Want to turn that bare corner in the yard into a small patio? Or redo a patio that is cracked and settling? Well, concrete is a great variable to work with.
DEMOLITION (if applicable):
If you have an existing concrete structure, it is imperative to break up the concrete and remove it. Never pour concrete over existing concrete.
In the installations of a new 4-inch thick slab, excavate the slab area about 7 inches deeper than the desired finished height. Now backfill the area with 3 inches of gravel or other suitable sub base. Use a plate compactor to compact the area. This gravel will create a solid foundation for the concrete to be installed over.
Next step is to use a 2×4 form board to create a frame or border for the proposed concrete. When installing the form boards fasten corners with nails and stakes. The forms need to be doubled measured to insure heights and grades are accurate. Allow ¼ inch of slope for every 12 feet of run for drainage. Patios, sidewalks and driveways should slope away evenly from structure. Prior to installation of concrete, after forms are constructed metal mesh is installed to add structural integrity to the concrete.
Next step is to pour the concrete. Be sure when filling the form, the concrete mounds 2-3 inches above the form before leveling. Use a shovel or hoe to help move the concrete to ensure the entire form is filled. Then take a screen; this can be made of aluminum or wood, move it back and forth across the surface in a saw like motion. This will allow you to remove excess concrete from the slab. Add concrete to any low areas and repeat the last process. Now take a jitterbug, a masonry tool use to pack the aggregate in the concrete mix down and bring the paste to the top for finishing. Next, take the bull trowel and smooth out the concrete surface evenly.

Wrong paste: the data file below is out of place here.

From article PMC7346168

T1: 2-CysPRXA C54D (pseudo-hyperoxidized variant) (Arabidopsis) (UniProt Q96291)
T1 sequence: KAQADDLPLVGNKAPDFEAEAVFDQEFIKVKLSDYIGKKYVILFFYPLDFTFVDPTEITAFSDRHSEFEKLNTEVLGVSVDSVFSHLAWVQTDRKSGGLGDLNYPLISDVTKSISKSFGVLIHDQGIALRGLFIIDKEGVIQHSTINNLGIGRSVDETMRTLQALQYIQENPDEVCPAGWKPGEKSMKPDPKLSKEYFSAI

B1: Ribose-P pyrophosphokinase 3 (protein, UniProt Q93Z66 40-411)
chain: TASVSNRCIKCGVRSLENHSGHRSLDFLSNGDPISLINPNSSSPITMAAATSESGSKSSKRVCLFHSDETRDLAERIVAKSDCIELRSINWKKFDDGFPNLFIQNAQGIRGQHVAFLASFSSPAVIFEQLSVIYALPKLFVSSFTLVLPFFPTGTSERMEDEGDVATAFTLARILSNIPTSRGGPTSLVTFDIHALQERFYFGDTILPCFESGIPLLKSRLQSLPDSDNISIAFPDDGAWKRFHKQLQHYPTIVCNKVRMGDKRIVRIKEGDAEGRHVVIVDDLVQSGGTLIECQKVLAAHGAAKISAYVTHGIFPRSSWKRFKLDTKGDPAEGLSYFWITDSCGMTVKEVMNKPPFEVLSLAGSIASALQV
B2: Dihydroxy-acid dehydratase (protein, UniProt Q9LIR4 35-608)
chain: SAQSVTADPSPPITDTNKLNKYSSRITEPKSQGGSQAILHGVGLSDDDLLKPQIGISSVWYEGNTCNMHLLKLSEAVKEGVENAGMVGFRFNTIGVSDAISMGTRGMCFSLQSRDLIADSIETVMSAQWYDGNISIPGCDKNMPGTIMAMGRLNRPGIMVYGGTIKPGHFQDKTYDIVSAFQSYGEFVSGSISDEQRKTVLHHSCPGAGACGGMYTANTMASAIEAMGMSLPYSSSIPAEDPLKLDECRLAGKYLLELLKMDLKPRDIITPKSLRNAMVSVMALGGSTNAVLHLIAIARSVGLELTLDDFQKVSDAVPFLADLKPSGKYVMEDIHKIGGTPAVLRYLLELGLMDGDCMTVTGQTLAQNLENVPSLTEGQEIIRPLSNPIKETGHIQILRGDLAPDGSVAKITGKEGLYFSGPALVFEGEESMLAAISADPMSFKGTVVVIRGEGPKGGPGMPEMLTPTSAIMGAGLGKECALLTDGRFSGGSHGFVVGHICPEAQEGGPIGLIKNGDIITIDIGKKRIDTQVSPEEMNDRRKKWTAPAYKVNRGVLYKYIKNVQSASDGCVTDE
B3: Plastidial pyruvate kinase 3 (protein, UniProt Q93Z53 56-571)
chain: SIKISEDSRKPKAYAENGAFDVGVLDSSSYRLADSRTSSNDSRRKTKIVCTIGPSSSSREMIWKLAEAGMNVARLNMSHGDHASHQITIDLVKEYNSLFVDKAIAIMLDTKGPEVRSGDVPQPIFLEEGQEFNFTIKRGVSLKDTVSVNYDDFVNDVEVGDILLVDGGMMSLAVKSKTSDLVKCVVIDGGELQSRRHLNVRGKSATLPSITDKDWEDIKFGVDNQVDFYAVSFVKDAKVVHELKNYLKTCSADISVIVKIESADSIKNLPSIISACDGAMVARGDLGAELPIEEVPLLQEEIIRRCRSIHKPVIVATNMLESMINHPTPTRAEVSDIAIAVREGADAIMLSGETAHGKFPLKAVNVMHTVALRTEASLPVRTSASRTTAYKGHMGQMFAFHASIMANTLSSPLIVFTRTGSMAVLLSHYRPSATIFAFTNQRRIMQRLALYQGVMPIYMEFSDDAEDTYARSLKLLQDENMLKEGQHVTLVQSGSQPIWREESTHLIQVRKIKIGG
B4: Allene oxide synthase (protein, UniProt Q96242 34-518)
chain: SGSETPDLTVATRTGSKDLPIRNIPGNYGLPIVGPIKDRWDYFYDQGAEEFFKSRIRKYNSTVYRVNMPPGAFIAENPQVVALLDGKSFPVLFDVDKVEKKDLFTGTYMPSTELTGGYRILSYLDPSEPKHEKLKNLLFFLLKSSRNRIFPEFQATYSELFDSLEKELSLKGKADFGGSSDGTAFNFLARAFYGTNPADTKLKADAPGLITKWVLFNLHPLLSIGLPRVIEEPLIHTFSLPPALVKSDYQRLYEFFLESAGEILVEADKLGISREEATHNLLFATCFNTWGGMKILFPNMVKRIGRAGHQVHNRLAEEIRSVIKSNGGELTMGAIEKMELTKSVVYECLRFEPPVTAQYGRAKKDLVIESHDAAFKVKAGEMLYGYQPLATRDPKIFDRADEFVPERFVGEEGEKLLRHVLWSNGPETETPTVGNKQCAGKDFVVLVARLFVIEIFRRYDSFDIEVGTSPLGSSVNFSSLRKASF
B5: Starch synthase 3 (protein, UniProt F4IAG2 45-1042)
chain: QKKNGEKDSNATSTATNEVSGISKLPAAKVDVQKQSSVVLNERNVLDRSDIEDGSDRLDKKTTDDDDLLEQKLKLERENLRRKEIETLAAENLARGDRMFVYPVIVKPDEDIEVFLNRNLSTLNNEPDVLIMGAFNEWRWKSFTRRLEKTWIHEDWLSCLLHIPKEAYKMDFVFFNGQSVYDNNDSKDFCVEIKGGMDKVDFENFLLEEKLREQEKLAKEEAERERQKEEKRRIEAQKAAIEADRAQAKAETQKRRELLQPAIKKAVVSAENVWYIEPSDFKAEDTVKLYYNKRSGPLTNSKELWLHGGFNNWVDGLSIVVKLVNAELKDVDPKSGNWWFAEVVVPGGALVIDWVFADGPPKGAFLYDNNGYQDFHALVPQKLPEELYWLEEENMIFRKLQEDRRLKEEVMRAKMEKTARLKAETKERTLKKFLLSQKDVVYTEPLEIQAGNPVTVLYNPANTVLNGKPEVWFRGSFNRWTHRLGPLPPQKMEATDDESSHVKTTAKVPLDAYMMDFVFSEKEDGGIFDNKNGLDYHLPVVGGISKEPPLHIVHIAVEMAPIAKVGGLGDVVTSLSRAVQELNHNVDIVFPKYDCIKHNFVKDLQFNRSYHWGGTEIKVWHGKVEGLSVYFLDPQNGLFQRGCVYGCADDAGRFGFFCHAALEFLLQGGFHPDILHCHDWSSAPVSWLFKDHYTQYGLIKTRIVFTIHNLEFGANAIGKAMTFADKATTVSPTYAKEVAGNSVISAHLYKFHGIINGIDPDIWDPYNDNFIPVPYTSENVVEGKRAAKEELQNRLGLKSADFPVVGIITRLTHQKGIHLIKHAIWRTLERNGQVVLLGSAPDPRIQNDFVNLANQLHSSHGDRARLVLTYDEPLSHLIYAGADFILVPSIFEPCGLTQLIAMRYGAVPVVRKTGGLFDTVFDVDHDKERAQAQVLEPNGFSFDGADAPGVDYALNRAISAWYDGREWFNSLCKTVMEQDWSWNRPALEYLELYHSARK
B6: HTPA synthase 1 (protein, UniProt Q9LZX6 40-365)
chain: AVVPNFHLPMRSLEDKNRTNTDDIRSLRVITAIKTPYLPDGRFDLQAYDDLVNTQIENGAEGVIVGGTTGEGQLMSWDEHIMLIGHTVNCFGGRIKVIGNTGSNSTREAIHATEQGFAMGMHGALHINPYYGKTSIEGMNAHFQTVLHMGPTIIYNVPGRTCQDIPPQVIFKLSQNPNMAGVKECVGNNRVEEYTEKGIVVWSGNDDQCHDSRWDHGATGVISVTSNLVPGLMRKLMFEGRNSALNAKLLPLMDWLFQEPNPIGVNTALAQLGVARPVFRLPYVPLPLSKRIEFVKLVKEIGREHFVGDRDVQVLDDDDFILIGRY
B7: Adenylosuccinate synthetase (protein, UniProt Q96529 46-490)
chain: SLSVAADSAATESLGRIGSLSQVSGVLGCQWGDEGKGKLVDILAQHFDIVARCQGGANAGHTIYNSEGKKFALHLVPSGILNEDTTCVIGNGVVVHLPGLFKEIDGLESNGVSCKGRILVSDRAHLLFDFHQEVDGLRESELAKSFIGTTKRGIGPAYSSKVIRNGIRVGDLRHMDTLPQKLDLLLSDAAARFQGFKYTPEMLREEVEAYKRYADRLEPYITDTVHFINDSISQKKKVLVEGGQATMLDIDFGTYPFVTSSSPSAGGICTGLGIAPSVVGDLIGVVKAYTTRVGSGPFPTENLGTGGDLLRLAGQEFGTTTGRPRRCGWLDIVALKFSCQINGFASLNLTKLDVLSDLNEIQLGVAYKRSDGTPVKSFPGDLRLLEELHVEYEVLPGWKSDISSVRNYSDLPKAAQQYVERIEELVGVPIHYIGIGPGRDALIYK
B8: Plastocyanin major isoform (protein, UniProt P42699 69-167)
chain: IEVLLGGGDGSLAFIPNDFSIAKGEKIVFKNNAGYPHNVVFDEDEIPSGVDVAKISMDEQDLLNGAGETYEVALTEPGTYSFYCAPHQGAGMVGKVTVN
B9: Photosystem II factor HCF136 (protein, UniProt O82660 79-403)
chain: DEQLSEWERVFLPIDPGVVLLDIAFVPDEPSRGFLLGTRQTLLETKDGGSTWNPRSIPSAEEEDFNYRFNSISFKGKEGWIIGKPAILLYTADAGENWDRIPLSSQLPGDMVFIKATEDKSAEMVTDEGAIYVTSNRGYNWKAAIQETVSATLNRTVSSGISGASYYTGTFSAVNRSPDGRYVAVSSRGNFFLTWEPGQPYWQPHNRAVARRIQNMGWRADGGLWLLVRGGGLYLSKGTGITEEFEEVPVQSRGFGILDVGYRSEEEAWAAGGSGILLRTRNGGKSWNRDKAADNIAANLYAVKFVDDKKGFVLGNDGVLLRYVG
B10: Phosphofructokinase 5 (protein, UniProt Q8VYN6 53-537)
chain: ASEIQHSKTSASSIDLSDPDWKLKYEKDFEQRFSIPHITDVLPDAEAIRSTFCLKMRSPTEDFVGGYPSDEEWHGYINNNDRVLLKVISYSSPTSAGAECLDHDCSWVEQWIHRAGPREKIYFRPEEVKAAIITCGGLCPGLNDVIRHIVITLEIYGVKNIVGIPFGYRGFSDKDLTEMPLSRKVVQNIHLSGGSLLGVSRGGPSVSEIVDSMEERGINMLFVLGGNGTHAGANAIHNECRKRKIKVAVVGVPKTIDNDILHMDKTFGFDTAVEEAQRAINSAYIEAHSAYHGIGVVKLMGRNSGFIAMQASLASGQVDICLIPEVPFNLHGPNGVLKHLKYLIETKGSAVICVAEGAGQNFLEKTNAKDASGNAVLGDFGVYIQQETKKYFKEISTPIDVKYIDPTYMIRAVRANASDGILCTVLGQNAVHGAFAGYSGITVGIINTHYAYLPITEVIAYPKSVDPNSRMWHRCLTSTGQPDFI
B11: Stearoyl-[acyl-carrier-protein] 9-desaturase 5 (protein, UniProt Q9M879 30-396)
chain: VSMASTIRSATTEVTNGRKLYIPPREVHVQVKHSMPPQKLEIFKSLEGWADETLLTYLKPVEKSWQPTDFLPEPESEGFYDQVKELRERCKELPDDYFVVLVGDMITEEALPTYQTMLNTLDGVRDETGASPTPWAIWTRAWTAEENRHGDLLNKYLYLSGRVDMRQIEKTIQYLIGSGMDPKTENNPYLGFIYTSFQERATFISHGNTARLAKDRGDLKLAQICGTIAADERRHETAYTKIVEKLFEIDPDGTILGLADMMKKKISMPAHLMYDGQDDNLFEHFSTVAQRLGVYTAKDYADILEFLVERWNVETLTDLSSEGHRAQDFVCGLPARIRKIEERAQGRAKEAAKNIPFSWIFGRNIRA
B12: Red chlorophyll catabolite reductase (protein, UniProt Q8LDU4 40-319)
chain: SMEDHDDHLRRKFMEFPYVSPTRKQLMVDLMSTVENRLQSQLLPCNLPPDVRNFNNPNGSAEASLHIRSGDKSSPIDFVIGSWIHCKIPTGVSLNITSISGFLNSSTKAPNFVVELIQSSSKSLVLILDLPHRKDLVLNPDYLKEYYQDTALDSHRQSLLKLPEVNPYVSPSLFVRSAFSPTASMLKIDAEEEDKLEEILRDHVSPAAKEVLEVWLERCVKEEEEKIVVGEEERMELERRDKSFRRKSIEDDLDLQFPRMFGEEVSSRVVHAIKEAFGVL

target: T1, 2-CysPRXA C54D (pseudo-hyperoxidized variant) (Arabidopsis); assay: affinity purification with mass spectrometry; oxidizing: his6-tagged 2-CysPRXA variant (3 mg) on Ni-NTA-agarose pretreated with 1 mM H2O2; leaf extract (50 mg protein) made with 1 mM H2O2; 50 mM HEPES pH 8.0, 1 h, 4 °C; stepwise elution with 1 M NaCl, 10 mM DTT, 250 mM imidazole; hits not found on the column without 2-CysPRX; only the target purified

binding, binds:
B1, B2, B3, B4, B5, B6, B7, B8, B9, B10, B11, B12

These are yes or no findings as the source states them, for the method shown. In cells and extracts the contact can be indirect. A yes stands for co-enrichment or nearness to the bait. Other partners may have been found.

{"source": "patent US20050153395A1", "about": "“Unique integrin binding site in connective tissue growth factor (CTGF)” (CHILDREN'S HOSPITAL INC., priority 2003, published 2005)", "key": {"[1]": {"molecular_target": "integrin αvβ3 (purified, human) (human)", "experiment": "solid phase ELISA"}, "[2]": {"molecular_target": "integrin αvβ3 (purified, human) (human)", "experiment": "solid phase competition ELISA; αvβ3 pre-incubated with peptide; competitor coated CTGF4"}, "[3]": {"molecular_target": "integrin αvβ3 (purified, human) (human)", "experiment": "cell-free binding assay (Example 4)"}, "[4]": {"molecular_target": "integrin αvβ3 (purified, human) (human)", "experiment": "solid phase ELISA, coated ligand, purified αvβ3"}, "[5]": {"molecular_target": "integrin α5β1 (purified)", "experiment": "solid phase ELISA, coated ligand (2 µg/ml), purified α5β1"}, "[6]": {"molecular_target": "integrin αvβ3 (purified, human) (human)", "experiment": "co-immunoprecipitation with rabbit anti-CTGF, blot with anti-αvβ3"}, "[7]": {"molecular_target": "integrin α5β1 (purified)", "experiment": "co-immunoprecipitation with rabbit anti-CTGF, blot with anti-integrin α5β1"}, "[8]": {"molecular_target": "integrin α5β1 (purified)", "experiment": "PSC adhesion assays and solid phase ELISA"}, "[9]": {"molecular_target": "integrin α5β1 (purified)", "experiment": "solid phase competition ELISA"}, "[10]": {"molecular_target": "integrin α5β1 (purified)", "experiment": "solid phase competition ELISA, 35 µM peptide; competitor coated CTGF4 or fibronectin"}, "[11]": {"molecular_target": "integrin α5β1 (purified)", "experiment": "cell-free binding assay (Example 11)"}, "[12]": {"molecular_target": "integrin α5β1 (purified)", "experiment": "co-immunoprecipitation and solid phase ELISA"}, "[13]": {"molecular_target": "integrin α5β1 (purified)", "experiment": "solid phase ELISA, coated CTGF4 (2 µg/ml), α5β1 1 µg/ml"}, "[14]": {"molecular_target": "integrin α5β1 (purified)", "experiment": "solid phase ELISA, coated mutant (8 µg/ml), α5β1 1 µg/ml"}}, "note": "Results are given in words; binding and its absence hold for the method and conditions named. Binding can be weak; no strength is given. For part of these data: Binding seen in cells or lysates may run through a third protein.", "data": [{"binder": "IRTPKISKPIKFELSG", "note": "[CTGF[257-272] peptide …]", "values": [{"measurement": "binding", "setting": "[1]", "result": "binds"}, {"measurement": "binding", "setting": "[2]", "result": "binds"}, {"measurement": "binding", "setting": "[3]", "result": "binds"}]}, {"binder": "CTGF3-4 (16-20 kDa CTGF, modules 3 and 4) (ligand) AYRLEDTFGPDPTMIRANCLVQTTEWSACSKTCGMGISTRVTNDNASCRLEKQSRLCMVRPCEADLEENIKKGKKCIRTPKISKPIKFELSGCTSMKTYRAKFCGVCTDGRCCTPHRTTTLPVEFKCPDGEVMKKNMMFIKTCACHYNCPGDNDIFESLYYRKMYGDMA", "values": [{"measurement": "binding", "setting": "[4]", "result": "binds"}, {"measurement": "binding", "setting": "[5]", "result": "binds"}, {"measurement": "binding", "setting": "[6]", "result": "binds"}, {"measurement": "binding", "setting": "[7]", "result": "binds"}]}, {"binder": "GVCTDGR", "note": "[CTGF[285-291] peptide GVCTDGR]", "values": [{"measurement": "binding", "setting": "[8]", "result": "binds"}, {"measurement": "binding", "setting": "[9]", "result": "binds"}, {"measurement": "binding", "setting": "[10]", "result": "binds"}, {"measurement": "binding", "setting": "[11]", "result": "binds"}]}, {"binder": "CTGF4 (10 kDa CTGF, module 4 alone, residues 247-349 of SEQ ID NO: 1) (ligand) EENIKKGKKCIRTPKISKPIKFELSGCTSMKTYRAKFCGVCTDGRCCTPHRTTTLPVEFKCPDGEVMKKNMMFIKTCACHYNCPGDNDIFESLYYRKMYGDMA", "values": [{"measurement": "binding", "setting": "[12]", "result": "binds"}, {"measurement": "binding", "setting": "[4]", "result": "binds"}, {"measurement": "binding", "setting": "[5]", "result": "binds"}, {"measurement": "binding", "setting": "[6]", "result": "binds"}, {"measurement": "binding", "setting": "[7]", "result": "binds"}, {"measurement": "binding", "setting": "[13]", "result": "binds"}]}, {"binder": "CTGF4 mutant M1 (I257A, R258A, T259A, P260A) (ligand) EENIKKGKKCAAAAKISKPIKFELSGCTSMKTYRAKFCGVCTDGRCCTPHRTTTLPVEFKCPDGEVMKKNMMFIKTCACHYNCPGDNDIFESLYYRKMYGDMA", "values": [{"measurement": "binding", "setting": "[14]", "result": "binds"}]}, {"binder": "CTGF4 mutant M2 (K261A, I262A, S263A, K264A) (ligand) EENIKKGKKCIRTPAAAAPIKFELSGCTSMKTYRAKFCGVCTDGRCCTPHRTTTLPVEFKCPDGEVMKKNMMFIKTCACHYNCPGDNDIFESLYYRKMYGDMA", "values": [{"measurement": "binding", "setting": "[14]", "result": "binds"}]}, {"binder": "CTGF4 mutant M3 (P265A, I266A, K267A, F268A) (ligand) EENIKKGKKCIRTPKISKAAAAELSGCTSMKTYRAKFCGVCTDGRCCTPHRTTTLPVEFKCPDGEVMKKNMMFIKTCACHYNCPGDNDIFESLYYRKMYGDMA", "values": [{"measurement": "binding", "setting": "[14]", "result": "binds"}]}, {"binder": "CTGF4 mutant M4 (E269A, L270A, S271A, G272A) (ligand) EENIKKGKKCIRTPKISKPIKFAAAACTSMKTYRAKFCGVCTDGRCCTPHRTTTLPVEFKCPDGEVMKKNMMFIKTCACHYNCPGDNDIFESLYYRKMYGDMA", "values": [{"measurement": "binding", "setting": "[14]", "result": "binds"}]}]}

Now the finishing process can begin, at this time you can apply salt for a salt finish, or for a bush finish, take a stiff bristle brush and lighting broom the concrete. Brush in the same direction as you move across the entire slab. Joints and breaks need to be cut into the slab at this time as well. Joint and breaks are made using a jointing tool to allow for expanding and contracting. Using a grooved jointer tool and a straight edge to cut a minimum of a ¼ inch joint every 8-10 feet in the slab. You can also use an edging tool and this time to shape the edges of the slab.
After the slab is finished being edged and jointed you can remove the forms. The concrete should be watered with a fine mist for the next 3-5 days for the curing process. In hotter areas, this process will need to occur more frequently so that the slab does not cure too fast. The curing process can be eliminated if the slab is treated with and acrylic curer or sealed immediately after.